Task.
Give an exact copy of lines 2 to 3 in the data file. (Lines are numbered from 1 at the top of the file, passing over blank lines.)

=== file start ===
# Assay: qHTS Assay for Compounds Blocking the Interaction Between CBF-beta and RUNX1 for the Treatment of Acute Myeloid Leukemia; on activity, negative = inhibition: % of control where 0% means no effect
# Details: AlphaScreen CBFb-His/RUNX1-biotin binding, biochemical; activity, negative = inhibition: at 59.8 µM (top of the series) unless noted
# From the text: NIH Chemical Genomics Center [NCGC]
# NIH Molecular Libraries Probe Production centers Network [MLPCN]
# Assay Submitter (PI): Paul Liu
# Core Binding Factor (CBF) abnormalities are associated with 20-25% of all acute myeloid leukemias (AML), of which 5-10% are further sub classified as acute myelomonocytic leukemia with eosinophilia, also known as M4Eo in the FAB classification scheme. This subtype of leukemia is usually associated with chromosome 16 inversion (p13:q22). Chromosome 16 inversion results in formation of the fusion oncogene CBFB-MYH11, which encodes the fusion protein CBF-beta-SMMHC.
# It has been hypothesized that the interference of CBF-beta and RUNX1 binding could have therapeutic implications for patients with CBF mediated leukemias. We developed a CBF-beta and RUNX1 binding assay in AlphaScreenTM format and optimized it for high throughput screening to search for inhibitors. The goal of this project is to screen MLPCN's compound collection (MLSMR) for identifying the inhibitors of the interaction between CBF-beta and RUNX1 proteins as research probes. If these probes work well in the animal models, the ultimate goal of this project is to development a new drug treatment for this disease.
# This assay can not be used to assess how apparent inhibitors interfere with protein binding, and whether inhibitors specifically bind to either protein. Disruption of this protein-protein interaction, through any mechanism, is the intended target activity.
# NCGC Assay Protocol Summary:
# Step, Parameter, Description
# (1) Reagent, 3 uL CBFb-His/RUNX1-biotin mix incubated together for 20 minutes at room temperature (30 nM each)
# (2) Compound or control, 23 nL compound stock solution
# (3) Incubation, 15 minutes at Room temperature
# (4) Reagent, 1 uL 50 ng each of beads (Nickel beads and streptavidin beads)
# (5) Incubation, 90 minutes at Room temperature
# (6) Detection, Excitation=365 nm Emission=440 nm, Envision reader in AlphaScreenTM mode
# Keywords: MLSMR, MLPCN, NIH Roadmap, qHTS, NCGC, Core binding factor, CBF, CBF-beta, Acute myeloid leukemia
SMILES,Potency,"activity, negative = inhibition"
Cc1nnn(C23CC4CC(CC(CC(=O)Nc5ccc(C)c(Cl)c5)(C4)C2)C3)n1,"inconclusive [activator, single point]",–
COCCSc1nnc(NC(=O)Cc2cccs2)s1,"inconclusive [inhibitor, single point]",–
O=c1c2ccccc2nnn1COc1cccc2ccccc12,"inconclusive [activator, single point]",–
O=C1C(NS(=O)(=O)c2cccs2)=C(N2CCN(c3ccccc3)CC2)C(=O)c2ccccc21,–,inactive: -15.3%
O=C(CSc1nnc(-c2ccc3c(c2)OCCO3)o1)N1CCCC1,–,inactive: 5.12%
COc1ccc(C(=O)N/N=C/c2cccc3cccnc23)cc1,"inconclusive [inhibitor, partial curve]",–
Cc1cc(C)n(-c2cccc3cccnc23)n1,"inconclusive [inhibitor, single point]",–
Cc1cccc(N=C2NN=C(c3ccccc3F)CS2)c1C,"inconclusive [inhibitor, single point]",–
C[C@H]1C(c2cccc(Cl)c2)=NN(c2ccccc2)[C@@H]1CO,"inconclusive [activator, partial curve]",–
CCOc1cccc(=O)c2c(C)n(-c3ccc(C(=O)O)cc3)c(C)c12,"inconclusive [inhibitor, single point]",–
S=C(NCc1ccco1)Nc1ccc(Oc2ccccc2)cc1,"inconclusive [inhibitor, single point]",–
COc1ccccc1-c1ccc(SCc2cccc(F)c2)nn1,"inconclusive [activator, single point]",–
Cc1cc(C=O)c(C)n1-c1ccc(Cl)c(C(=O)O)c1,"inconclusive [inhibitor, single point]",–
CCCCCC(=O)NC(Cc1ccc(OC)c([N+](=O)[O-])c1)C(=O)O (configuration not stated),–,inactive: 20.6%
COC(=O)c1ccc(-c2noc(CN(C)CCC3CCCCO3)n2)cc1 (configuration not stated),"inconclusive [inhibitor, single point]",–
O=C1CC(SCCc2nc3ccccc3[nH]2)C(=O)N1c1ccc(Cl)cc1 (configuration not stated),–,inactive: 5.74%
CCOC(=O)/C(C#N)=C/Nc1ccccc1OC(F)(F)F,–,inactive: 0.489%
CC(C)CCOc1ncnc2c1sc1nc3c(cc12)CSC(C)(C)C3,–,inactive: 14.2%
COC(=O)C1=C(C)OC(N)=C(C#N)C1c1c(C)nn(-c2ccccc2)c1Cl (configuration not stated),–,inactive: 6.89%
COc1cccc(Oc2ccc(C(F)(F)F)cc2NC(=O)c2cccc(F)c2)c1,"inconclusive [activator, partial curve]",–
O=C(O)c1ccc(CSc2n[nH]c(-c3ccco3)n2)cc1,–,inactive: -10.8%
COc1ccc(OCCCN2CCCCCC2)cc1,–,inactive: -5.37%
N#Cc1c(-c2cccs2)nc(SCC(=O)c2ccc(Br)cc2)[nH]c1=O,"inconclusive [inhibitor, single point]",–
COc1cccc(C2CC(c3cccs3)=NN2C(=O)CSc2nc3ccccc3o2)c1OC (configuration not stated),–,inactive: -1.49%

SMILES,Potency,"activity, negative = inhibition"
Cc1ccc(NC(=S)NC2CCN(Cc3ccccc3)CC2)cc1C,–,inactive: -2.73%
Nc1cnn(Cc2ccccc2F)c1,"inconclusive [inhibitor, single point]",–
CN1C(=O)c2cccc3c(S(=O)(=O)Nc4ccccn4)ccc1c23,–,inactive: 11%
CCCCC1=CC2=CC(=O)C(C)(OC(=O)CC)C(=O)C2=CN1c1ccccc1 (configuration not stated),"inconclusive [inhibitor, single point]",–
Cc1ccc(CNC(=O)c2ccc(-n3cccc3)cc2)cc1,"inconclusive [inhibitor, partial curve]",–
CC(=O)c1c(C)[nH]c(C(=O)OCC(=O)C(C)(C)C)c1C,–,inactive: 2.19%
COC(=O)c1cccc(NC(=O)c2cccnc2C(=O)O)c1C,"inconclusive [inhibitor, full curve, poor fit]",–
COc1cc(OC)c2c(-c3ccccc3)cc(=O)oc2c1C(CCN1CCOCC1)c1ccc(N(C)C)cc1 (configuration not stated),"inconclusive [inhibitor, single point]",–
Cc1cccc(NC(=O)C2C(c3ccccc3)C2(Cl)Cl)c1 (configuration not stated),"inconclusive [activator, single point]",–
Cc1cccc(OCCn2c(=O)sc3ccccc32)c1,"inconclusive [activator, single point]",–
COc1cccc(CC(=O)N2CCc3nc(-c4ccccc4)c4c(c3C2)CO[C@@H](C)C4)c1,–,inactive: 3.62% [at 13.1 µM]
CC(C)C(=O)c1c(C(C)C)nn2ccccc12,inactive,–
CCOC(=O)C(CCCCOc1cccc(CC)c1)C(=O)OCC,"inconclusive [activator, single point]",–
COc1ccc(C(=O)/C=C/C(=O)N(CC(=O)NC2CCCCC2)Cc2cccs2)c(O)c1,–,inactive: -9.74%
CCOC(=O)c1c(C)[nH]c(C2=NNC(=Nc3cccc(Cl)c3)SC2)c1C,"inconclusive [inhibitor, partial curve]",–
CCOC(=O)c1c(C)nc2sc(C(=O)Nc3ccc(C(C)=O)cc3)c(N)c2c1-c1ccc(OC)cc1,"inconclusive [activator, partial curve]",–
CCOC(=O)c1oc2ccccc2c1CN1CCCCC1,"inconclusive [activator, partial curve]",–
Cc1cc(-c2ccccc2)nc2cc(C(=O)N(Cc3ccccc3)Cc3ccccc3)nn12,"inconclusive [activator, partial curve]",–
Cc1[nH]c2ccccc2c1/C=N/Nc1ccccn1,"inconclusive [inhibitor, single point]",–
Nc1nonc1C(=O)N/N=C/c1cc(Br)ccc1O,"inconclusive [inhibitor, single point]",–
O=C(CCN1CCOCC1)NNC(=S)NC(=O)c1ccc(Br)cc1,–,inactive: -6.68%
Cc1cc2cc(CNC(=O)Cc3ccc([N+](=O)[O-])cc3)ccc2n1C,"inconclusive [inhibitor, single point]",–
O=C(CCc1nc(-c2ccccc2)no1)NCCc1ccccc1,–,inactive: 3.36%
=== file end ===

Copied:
# Details: AlphaScreen CBFb-His/RUNX1-biotin binding, biochemical; activity, negative = inhibition: at 59.8 µM (top of the series) unless noted
# From the text: NIH Chemical Genomics Center [NCGC]